– On commodity markets prices were crushed overnight with a massive fall in Nymex crude after it broke recent support. Prices fell 7.47% in the front month to $52.68 a barrel. Copper also fell heavily hitting a five month low after dropping 9.15 cents a pound to $2.53. Other base metals were also lower, while iron ore was hammered again. Dalian iron ore is at 380 this morning while the September 62% futures contract in the US fell $3.10 to $46.88!

– On the data front today we have the AiGroup performance of construction index, ANZ weekly consumer confidence and then the RBA at 2.30pm AEST. Tonight it’s German industrial production, French trade, UK industrial production and then US trade.

And now from CMC Markets’ Ric Spooner is today’s Stock of the Day

AGL Energy

AGL yesterday announced a write down of $603m in the value of assets in its upstream gas business. The write downs centred mainly on the Gloucester coal seam gas business due to delays in achieving production and the Moranbah gas assets which AGL has so far been unable to sell.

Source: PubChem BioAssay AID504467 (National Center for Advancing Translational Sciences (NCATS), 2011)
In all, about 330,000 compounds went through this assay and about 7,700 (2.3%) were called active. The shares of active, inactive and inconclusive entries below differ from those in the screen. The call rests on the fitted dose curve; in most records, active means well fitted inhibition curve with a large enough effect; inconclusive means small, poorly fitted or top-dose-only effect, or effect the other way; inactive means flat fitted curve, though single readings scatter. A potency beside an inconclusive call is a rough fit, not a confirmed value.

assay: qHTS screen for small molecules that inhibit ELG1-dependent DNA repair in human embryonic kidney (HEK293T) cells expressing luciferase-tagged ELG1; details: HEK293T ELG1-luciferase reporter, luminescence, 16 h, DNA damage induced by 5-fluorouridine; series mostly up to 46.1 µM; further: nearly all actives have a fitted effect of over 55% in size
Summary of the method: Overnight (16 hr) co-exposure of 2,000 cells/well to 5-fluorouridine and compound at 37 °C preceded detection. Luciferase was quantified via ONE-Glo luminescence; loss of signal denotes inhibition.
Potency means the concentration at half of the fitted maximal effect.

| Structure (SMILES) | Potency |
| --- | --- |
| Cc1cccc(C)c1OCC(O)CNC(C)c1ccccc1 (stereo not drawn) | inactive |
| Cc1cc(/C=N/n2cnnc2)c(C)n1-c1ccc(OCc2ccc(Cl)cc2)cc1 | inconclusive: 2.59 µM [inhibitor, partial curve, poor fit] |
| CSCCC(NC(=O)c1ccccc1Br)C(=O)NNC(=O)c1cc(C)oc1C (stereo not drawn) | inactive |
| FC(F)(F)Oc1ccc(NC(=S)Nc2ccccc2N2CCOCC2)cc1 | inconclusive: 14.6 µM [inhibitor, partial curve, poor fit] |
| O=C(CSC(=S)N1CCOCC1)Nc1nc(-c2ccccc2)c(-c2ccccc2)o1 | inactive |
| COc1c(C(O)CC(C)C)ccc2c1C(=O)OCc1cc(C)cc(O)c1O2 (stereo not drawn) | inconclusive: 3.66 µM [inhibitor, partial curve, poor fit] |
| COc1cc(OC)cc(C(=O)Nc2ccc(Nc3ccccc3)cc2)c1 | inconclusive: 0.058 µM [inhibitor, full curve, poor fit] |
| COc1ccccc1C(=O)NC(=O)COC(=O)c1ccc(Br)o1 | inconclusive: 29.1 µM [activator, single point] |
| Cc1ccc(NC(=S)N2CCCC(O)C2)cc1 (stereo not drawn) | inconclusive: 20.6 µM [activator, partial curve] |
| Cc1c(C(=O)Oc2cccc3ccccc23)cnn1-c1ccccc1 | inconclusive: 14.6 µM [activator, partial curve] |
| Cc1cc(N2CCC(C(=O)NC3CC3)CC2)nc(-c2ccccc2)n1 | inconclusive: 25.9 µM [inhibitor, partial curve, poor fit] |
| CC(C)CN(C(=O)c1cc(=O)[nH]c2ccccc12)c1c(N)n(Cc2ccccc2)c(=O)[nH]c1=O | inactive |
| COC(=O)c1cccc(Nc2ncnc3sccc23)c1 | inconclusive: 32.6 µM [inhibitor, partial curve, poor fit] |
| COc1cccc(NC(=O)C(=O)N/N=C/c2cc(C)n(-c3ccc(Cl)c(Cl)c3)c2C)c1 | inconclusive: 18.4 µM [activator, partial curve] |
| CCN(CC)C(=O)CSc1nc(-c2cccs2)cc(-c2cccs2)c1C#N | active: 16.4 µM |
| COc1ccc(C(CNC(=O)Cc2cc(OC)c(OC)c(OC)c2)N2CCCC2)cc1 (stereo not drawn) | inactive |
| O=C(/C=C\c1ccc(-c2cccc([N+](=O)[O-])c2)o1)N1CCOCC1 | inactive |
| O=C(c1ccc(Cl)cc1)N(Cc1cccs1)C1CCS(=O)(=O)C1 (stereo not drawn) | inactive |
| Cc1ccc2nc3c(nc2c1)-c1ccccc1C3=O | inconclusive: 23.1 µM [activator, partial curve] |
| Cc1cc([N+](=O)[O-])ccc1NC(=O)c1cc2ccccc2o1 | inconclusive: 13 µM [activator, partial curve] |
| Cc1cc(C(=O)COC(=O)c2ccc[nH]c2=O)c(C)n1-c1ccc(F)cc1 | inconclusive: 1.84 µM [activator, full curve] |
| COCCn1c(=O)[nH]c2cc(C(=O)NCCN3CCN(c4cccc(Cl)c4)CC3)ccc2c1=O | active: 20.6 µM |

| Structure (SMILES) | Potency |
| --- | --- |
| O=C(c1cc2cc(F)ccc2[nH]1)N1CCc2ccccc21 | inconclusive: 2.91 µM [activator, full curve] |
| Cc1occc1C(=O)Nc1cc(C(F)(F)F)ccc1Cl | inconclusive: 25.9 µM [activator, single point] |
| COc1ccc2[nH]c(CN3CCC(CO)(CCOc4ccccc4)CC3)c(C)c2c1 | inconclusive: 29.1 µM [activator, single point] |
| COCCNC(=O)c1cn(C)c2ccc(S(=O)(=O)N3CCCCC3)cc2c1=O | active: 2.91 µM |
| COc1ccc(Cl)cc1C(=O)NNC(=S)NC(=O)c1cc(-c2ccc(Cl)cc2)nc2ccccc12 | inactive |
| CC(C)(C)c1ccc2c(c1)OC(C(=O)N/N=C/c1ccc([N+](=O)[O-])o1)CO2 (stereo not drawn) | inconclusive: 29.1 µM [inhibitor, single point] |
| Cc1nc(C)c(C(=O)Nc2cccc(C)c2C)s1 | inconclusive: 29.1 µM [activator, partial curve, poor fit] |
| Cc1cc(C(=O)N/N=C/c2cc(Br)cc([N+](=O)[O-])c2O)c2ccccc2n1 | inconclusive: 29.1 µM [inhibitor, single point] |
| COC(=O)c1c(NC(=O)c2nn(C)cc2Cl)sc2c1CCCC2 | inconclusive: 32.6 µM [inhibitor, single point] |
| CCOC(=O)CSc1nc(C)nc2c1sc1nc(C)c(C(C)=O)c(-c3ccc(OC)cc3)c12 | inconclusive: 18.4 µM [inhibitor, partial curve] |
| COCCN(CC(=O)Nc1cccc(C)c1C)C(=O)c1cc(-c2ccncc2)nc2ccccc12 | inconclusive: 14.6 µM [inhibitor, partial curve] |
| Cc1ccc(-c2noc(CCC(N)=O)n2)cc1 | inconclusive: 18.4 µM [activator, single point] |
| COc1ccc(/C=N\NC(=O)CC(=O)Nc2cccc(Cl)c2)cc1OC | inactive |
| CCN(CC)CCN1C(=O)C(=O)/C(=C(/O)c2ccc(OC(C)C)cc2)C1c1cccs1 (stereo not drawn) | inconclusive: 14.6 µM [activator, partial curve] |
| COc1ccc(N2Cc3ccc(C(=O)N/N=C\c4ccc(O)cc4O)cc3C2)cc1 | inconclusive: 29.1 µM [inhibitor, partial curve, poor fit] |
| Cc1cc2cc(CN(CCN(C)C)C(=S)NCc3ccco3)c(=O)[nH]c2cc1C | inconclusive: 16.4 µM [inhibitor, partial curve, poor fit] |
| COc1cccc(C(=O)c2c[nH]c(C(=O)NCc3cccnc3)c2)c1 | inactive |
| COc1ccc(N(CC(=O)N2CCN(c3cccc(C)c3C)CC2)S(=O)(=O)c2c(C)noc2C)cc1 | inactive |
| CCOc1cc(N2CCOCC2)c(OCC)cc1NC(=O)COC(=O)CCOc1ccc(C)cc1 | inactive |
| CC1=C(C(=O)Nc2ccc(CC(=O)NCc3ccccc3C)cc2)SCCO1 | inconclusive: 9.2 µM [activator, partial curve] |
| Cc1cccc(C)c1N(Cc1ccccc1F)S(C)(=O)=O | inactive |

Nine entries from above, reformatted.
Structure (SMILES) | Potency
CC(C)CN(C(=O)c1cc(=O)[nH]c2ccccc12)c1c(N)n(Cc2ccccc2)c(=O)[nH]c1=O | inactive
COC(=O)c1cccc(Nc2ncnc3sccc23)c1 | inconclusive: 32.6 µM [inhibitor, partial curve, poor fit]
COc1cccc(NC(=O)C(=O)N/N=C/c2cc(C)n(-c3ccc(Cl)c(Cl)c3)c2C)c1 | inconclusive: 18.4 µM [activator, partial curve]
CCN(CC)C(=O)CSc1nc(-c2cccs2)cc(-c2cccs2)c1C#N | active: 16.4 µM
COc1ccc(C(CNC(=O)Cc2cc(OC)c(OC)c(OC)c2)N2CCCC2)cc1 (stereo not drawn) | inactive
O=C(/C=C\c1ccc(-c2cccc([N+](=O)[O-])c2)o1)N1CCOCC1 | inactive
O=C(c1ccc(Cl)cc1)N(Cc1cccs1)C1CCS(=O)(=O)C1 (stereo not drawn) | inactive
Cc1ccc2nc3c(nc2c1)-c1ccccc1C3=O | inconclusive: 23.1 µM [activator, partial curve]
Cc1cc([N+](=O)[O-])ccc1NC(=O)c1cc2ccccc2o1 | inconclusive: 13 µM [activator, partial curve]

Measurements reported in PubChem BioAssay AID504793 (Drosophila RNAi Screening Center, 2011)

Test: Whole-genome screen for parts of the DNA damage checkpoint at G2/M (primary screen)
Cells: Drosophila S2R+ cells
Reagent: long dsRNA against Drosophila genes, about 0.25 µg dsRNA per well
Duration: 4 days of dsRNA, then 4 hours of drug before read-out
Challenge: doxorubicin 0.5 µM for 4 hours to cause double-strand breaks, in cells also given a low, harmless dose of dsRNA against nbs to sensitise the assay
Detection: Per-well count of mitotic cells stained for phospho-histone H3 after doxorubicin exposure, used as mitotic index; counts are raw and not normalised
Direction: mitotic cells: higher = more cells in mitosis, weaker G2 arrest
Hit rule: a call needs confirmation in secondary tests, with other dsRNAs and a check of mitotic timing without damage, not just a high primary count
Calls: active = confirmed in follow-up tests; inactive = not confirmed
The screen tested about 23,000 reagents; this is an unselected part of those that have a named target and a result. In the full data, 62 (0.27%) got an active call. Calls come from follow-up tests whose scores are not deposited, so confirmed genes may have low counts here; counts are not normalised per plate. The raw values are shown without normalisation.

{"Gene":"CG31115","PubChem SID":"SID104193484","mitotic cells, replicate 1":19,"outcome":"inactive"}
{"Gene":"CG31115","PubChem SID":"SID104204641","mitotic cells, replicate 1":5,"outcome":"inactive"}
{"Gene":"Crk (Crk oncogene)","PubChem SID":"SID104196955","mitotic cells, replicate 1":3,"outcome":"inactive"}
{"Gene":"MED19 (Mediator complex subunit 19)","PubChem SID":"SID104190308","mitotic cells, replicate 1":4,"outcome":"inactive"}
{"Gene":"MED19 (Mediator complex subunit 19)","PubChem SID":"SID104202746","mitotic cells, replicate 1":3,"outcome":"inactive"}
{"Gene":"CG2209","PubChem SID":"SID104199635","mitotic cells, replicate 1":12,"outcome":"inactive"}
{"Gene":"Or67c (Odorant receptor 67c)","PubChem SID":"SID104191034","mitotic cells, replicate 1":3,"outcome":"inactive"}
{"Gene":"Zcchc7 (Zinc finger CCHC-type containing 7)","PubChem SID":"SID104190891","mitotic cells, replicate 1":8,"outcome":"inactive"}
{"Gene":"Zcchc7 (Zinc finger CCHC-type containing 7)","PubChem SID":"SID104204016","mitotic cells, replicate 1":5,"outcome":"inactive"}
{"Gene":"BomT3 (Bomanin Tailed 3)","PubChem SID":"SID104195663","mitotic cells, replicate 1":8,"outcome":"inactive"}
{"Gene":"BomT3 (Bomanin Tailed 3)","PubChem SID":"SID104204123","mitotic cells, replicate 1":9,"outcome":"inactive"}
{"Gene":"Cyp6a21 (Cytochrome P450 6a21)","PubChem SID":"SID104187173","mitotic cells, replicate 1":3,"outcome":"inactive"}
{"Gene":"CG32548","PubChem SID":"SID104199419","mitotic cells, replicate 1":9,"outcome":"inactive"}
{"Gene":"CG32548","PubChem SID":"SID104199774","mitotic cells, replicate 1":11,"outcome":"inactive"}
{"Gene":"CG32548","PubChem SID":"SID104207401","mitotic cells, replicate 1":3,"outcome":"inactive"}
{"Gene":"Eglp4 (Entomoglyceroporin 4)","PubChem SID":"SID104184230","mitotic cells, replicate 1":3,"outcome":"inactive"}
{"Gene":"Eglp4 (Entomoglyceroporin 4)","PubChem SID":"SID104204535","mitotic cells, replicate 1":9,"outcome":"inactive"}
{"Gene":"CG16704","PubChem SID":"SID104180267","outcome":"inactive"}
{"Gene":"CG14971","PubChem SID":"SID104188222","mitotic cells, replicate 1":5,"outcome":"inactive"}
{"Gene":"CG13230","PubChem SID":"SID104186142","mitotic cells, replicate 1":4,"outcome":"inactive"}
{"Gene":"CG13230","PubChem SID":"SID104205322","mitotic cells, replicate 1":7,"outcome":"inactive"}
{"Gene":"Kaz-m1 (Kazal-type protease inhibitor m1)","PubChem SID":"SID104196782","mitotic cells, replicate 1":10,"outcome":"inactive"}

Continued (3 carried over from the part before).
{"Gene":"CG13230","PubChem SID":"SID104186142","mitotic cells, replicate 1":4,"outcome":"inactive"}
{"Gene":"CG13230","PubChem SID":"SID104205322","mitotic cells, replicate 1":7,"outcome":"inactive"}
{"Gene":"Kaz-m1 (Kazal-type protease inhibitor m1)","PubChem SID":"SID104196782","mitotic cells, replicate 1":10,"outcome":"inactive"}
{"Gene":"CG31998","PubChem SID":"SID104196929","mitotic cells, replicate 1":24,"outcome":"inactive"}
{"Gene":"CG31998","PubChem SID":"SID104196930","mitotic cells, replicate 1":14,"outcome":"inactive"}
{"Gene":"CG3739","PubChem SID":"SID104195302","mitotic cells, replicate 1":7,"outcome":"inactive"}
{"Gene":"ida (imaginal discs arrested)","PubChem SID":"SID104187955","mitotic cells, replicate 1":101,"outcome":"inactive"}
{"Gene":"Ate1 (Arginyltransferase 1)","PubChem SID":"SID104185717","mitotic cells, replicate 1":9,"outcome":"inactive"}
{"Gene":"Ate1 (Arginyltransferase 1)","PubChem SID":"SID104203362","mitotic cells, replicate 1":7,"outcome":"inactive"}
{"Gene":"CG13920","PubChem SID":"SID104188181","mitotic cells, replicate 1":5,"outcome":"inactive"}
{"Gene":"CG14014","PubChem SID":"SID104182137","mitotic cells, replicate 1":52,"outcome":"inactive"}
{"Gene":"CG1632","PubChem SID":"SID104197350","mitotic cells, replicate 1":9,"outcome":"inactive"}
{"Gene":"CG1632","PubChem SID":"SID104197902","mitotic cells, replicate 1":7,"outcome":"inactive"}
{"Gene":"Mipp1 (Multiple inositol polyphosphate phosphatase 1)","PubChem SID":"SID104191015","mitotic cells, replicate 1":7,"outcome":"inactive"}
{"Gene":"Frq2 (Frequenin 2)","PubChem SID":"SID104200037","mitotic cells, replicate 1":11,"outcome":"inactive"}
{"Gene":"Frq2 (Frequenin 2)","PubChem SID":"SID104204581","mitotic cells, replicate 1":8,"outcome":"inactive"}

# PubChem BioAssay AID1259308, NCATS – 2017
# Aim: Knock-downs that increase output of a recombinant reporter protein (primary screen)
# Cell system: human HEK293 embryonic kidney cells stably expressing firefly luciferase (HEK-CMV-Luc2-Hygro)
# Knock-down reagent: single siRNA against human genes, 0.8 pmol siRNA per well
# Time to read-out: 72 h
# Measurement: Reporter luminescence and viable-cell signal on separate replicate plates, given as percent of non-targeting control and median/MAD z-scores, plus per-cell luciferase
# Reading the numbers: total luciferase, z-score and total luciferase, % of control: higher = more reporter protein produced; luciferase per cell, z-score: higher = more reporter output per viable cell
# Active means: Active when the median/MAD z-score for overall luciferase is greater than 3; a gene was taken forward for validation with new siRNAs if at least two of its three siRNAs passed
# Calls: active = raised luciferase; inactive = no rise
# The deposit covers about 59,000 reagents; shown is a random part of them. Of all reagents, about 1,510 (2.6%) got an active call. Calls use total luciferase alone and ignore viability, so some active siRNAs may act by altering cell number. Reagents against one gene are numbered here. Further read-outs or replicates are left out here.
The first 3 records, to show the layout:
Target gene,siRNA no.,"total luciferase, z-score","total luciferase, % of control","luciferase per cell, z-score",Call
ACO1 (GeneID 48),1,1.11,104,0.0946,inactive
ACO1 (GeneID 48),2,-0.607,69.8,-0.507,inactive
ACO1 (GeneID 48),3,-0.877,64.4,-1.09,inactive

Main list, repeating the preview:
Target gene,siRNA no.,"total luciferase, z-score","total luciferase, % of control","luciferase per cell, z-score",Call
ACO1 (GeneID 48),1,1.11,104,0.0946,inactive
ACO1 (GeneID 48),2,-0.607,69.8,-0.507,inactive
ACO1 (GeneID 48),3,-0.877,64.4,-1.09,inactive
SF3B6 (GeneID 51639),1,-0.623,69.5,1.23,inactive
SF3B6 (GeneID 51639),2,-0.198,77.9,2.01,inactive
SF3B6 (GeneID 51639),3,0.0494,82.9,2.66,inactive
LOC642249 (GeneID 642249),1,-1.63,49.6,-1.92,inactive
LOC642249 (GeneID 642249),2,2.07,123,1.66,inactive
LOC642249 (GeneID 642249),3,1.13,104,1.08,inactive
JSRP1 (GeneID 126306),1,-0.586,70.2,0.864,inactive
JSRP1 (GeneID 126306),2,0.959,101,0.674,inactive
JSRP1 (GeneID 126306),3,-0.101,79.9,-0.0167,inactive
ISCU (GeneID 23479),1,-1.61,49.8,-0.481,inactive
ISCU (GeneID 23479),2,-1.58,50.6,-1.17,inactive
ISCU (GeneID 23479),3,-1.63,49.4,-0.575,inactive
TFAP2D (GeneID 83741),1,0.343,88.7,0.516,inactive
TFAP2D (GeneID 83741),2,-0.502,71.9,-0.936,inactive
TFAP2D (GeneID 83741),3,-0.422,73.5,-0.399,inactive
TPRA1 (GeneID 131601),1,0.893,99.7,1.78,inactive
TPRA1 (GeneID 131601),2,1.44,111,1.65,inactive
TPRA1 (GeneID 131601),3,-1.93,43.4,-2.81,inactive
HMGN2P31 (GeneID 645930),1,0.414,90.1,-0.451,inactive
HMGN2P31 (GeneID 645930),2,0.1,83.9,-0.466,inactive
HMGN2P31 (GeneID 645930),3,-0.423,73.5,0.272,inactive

As is often the case with write downs, the announcement did not have much impact on the share price. AGL also maintained its forecast that this year’s profit would be in the upper half of its $575m -635m guidance range.

However, AGL’s chart has arrived at a critical support level. If it breaks below this support, completing a large double top formation, then a pull back to the $14.50- $14.75 support zone looks a prospect. This support includes the 200 day moving average, a potential trend line and an AB=CD pattern.

Ric Spooner, chief market analyst, CMC Markets

You can follow Ric on Twitter @ricspooner_CMC